In the February issue of BoatUS there was a special report on activity taken by several states to ban copper marine anti-fouling bottom paint by 2020. Copper is added to bottom paint as a biocide to prevent slime, plant and zebra mussels from attaching onto the hull. The typical recreational boat sits in her slip much of the time the copper coating in the paint slowly leaches into the water and settles in the bottom. While copper is a naturally occurring element, especially in Michigan, the concentrations in the silt since its introduction in the late 1980s has created a poisonous wasteland in the basins in some of ports and marinas according to the EPA.
Michigan has over 200 marinas and over 900,000 registered watercraft. It’s only a matter of time before the issue hits our shores. Currently only Washington and California are actively taking steps to curb the use of copper bottom paint.
Current alternatives to copper based anti-fouling paint are being developed but have serious environment and cost concerns. Switching to a non-biocide or organic requires stripping the existing coating from the hull. This can cost thousands of dollars and create a copper laden dust which is considered hazardous waste. Application of the new coating requires the use of a sprayer. However has the commodity cost of copper skyrockets environmentally friendly alternatives may be cheaper in the long run.
It may be several years before Michigan lawmakers consider taking similar steps. In the mean time paint manufactures will continue to develop and refine non copper alternatives. Boaters should keep this issue in mind when they prepare their craft for the next boating season.
We are pleased to announce that our blog http://www.thumbwind.com launched today under its own domain name. Watch this blog for the inside scoop on Lake Township and Caseville politics and news of the Upper Thumb.
Lake Township, Caseville, Michigan – January 25th. – The township board was inundated by a high turnout during a rare mid-winter Planning Board session. The motion of revoking the ordinances restricting boat hoists within beach easements was met by opposition from local residents and seasonal owners. The ordinance, enacted in 2007, prevents lake easements from becoming residential marinas along the beach. The current zoning ordinance limits residents to two hoists per 25 foot of easement shoreline.
The board postponed a vote and further discussion until February 22nd. A date, coincidently, that falls during mid-winter break for most schools. Turnout may be much higher by seasonal residents.
Lake Township residents are still in the dark as to why the Lake Township board wants to kill this successful ordinance.
Huron County, Michigan…there will be a Lake Township zoning meeting on Jan 25th at 6:30pm to discuss revoking Lake Townships current oversight over beach easements. The rare, mid-winter, mid-week meeting is being held at a time when many seasonal owners will not be in attendance. However several members of the Sylva Beach Association will be submitting letters of concern and object to striking a successful ordinance provision put in place in 2007.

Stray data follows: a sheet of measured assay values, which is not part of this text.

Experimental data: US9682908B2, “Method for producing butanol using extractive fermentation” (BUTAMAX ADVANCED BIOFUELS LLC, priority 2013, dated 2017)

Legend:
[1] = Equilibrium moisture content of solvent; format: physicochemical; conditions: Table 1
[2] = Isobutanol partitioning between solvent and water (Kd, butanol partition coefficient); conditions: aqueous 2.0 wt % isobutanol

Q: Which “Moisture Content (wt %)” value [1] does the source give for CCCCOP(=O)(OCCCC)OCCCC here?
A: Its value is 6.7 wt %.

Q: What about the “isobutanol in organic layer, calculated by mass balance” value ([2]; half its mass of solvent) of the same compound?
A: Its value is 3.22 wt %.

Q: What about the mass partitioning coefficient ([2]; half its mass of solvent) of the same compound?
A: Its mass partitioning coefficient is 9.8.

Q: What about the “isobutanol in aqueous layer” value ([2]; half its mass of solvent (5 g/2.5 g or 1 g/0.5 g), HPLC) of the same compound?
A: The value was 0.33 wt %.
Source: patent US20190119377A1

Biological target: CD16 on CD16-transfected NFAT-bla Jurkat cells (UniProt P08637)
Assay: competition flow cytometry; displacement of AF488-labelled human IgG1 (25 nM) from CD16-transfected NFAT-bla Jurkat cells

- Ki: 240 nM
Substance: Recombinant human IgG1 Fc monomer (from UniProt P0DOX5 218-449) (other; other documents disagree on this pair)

Some wildeyed members of the current Lake Township board feels it has no jurisdiction over beach easements and is willing to ceade any oversight responsiblity back to the public. If the ordnance is revoked, certain residents with beach easement rights have mentioned that it’s their intention to place storage sheds, cabanas (see their envisioned photos provided by architect), and seasonal dockage well in excess of the four boat hoist restrictions now in place.
Dockage Model for Small Easement
The Sylva Beach easement has 24 households sharing a 50 foot beach easement. The current ordinance allows a limited number of boat hoists but not year around storage. Homeowners who do not have boats but use the easement have felt the current restrictions are fair and serve to keep beach easements from looking like a junk yard.
Residents are also wondering what is behind this move by the Township. Published opinions by the Army Corps of Engineers and the Michigan Supreme Court have upheld that local governments are within their jurisdiction to regulate the storage, number and placement of boat hoists along the beach. Published minutes and agendas posted on the Lake Township website give no indication of the problem with the current zoning rules. Rumors are that by revoking the current ordinance will allow certain owners friendly with the Lake Township Junta to entertain and allow guests to camp on the beach during Cheeseburger.
It promises to be another evening of drama at the Lake Township hall on January 25th. See you there!!